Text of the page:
The Lexington part was completely wrong, no mention of the unruly, Redcoat soldiers charging the common and shouting ‘huzza!’ or Capt. Parker’s order to ‘disperse’ because the militiamen were outnumbered. In addition, it failed to even give Concord Bridge a passing remark. Vital characters were left out, and even the leading, English commanders. (And--much to my mother’s aggravation--the narrator repeatedly mispronounced Concord.)
But I should have foreseen how the episode would all go down. Earlier, while on the midnight ride, Paul Revere stopped to utter his most celebrated but most inaccurate quote: ‘The BRITISH are coming.’ That was all too much. That was the red flag of exactly what kind of detail the rest of the episode was to produce.
We did finish the badly constructed and highly dramatized two-hour show, but will not be watching the remainder of the series.(As it was, we had to turn off the Westward Expansion episode after five minutes.)
And to think, what exactly is the History Channel’s main expertise?

Robert S. Paul said...

I'm looking forward to you live-blogging this, and I hope you do. I can't watch it again, because I'll have an aneurysm.

Hopefully you'll be able to remain more calm.

George Lovely said...

Tess used the one word I would have used to described what little I saw of this series...appalling.

History Channel, feh.

Roger Fuller said...

While this comment might be applicable to mass media in general, I can tell you, as somebody who has worked with The History Channel both in my employment, as well as a reenactor, historical accuracy is to The History Channel as dancing is to architecture. The History Channel's main aim is to sell commercial airtime by filling up the void with affirmations of the same old saws and urban legends we have all grown up with. People don't like finding their long-held cherished beliefs are wrong. It's like getting one's favorite model train set smashed. In a turbulent world with crumbling value systems, they want assurance and constancy in their lives. The History Channel gives it to them.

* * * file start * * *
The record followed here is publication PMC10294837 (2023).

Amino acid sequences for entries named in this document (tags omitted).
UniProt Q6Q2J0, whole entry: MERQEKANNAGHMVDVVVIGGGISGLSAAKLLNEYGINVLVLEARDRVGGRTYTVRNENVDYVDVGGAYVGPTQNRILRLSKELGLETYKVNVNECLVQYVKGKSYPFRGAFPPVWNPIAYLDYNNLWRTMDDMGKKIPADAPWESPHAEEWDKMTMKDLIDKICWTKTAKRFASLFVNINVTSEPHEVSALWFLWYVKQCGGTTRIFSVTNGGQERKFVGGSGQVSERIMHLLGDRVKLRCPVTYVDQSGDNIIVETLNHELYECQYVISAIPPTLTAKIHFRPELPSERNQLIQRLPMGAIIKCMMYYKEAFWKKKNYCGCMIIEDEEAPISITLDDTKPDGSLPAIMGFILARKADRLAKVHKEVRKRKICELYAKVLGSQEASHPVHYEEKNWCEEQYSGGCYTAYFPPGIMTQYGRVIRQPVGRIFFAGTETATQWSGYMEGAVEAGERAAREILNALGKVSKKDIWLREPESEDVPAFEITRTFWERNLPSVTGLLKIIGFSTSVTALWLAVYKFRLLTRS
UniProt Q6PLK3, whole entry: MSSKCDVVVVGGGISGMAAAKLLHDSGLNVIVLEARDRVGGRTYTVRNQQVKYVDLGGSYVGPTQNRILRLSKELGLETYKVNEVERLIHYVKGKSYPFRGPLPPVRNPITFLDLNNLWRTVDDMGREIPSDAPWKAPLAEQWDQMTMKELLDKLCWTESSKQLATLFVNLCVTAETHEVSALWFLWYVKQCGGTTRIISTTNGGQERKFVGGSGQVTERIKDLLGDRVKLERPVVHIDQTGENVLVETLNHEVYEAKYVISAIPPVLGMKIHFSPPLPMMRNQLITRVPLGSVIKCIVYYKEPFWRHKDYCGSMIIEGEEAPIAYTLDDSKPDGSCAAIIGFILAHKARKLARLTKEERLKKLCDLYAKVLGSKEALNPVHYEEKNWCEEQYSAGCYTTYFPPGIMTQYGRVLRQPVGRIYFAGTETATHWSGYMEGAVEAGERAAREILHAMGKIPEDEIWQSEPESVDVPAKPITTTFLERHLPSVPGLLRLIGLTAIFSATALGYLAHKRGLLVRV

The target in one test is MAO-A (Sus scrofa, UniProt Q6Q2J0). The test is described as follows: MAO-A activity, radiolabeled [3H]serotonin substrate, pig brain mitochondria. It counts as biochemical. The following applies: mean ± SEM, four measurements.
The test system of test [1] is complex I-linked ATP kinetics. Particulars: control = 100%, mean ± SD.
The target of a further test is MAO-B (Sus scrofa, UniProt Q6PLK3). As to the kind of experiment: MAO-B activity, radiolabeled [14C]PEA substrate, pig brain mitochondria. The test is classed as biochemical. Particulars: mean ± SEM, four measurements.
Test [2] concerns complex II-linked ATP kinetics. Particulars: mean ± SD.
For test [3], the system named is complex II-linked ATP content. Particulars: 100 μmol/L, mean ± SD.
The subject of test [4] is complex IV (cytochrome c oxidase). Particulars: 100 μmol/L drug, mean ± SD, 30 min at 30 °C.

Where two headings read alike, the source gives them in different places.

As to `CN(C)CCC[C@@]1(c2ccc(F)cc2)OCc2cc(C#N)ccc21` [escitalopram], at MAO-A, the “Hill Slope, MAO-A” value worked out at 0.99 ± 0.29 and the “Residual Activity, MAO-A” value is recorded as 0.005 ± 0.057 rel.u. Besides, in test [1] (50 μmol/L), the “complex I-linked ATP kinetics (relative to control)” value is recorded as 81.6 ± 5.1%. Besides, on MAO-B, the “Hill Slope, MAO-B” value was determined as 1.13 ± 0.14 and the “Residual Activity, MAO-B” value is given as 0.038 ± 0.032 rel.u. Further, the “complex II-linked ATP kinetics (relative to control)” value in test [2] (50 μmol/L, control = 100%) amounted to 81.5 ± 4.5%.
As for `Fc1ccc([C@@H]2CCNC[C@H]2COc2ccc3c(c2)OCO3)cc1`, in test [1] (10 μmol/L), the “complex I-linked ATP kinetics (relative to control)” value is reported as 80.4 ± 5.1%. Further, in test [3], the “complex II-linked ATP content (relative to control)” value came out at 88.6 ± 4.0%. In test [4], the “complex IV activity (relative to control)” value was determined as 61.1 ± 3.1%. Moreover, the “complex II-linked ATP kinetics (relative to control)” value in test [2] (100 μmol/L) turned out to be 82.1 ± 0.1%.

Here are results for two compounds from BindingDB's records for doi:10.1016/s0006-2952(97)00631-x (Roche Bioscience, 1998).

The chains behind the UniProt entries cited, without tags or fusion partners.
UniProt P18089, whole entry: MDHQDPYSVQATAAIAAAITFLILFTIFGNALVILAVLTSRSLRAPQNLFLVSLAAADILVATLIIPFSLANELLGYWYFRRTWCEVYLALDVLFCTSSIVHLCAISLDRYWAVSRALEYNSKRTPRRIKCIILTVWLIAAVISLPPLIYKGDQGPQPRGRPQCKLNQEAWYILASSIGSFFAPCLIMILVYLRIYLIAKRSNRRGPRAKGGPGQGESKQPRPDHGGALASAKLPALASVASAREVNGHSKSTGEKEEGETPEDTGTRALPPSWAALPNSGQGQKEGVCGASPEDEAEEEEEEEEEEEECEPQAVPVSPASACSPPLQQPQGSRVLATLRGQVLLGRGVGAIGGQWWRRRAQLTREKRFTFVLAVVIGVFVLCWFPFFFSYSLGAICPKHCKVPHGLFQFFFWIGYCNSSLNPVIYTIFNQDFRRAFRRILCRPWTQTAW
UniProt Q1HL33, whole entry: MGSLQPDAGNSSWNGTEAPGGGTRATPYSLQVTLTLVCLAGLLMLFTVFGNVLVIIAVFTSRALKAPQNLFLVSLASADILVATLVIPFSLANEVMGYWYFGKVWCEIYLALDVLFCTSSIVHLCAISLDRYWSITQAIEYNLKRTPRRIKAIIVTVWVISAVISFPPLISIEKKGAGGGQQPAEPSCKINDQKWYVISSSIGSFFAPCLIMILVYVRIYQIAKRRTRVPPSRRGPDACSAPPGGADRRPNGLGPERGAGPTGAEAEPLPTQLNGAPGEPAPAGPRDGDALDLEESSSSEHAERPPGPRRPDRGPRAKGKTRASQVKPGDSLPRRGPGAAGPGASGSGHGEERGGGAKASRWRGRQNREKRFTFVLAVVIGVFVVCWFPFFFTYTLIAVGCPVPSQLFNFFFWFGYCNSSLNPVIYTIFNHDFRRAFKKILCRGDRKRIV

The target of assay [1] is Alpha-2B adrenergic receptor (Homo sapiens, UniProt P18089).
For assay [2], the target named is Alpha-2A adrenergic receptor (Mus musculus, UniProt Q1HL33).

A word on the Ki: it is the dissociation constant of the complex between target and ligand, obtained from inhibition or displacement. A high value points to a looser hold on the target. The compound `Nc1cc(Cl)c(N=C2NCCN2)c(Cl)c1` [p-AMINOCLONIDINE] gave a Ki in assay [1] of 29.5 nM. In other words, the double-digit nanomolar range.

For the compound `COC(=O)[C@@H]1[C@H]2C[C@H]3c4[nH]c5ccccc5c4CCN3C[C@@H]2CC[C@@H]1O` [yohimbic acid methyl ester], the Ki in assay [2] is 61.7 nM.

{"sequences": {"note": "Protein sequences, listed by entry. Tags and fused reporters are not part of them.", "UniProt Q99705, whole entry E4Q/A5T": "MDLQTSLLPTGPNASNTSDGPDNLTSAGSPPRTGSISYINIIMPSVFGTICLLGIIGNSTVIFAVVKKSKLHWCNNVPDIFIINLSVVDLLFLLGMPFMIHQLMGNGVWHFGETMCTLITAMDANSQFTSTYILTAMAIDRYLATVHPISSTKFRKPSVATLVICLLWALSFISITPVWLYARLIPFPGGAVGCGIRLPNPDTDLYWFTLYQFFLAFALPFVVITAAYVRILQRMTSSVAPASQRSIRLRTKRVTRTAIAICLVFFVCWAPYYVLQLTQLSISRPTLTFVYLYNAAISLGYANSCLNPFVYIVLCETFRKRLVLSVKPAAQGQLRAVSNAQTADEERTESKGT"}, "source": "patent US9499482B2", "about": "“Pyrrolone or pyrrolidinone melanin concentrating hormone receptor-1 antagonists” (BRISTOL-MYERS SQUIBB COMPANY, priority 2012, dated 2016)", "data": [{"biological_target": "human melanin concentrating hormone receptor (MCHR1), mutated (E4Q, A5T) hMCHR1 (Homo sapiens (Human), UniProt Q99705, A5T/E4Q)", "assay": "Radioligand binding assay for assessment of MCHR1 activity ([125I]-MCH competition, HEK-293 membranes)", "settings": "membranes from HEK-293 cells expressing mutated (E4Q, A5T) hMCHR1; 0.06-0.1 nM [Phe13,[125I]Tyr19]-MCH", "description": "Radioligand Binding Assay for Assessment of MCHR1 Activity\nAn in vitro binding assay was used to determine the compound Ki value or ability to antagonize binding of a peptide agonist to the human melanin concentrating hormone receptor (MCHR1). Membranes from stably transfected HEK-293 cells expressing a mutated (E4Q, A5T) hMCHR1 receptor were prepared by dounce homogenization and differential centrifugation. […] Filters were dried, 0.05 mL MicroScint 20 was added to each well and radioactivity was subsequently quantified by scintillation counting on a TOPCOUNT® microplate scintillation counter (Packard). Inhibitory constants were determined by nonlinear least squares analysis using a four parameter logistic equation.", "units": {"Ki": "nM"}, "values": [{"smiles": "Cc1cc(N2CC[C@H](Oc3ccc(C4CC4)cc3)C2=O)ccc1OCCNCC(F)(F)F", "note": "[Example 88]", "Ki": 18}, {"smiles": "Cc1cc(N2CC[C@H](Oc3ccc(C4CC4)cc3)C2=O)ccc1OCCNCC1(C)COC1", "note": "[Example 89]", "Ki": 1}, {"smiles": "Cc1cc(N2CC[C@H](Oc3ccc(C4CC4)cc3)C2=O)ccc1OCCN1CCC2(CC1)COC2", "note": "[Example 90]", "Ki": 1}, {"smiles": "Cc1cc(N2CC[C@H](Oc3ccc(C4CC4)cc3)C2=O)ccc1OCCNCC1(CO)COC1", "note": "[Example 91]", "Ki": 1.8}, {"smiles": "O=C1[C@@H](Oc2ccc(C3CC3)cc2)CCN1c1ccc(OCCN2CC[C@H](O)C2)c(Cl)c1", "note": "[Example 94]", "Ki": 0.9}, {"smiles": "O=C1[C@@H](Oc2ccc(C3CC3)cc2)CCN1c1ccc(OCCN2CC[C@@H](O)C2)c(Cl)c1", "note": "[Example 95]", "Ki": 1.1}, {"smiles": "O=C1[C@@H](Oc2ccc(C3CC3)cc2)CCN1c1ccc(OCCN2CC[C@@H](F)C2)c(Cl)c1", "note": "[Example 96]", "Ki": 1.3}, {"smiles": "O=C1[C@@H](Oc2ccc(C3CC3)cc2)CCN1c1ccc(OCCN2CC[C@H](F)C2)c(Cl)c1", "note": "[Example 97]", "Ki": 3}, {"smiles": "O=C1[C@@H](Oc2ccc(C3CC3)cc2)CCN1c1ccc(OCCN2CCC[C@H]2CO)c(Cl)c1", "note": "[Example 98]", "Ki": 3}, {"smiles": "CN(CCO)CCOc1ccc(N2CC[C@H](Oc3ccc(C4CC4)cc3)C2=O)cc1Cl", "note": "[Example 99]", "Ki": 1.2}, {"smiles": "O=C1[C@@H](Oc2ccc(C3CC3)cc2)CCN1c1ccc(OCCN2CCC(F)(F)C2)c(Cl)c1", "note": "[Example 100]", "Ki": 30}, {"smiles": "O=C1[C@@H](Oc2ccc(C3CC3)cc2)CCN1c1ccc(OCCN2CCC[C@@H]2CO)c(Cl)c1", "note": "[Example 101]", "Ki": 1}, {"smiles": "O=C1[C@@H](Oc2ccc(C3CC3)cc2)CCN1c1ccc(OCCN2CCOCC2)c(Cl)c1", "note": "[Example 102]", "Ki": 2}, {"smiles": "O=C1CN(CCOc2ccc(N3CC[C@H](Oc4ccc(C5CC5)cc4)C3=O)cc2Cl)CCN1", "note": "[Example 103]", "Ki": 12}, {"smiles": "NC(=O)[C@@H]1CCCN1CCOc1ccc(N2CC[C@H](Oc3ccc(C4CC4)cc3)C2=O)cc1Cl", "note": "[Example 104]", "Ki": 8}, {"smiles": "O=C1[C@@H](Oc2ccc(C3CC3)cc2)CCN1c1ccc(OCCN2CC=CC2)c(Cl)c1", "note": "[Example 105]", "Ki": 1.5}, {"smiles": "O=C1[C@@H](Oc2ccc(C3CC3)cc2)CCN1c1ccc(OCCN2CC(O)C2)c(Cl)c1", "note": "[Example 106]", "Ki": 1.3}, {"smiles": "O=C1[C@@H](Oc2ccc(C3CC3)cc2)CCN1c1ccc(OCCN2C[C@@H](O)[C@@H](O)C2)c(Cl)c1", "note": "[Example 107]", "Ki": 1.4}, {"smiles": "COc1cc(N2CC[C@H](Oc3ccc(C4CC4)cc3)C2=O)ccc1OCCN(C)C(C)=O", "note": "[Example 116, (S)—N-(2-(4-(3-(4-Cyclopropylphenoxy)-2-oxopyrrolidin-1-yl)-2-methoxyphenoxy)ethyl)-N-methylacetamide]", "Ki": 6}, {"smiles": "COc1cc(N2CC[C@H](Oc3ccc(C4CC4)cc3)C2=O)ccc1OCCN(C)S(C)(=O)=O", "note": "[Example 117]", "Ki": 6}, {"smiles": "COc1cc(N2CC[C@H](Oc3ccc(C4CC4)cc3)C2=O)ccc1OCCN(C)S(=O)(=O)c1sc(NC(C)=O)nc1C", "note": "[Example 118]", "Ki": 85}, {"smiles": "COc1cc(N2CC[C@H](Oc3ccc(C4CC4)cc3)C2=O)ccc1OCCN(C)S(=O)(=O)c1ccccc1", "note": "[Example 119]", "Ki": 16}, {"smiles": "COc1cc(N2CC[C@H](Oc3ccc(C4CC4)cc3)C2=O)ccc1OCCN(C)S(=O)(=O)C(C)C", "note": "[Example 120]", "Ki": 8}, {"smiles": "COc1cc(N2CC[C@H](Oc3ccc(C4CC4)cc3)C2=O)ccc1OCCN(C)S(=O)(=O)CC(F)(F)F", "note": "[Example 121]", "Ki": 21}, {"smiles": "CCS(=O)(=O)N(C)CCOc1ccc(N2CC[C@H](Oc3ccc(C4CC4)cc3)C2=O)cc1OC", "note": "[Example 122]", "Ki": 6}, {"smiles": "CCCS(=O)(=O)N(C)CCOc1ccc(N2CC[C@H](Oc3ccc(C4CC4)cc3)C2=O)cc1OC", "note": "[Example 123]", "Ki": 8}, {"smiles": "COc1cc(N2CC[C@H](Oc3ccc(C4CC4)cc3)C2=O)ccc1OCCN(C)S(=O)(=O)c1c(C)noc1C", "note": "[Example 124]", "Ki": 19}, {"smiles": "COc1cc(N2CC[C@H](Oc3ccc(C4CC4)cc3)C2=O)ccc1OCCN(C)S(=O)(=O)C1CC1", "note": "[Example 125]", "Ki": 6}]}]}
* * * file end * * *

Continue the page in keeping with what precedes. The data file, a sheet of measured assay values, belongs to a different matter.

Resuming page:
J. L. Bell said...

Yes, it’s always wise to remember that when it comes to advertising-supported media, we viewers aren’t the customers; we’re the end product.

John L. Smith said...

I saw a little clip of this series tonight and one of the celebrity commentators was....Michael Douglas?? My question is....WHY?? I'm missing some kind of connection here....! :(

Anonymous said...

Michael Douglas... now it seems that much more credible

Trip said...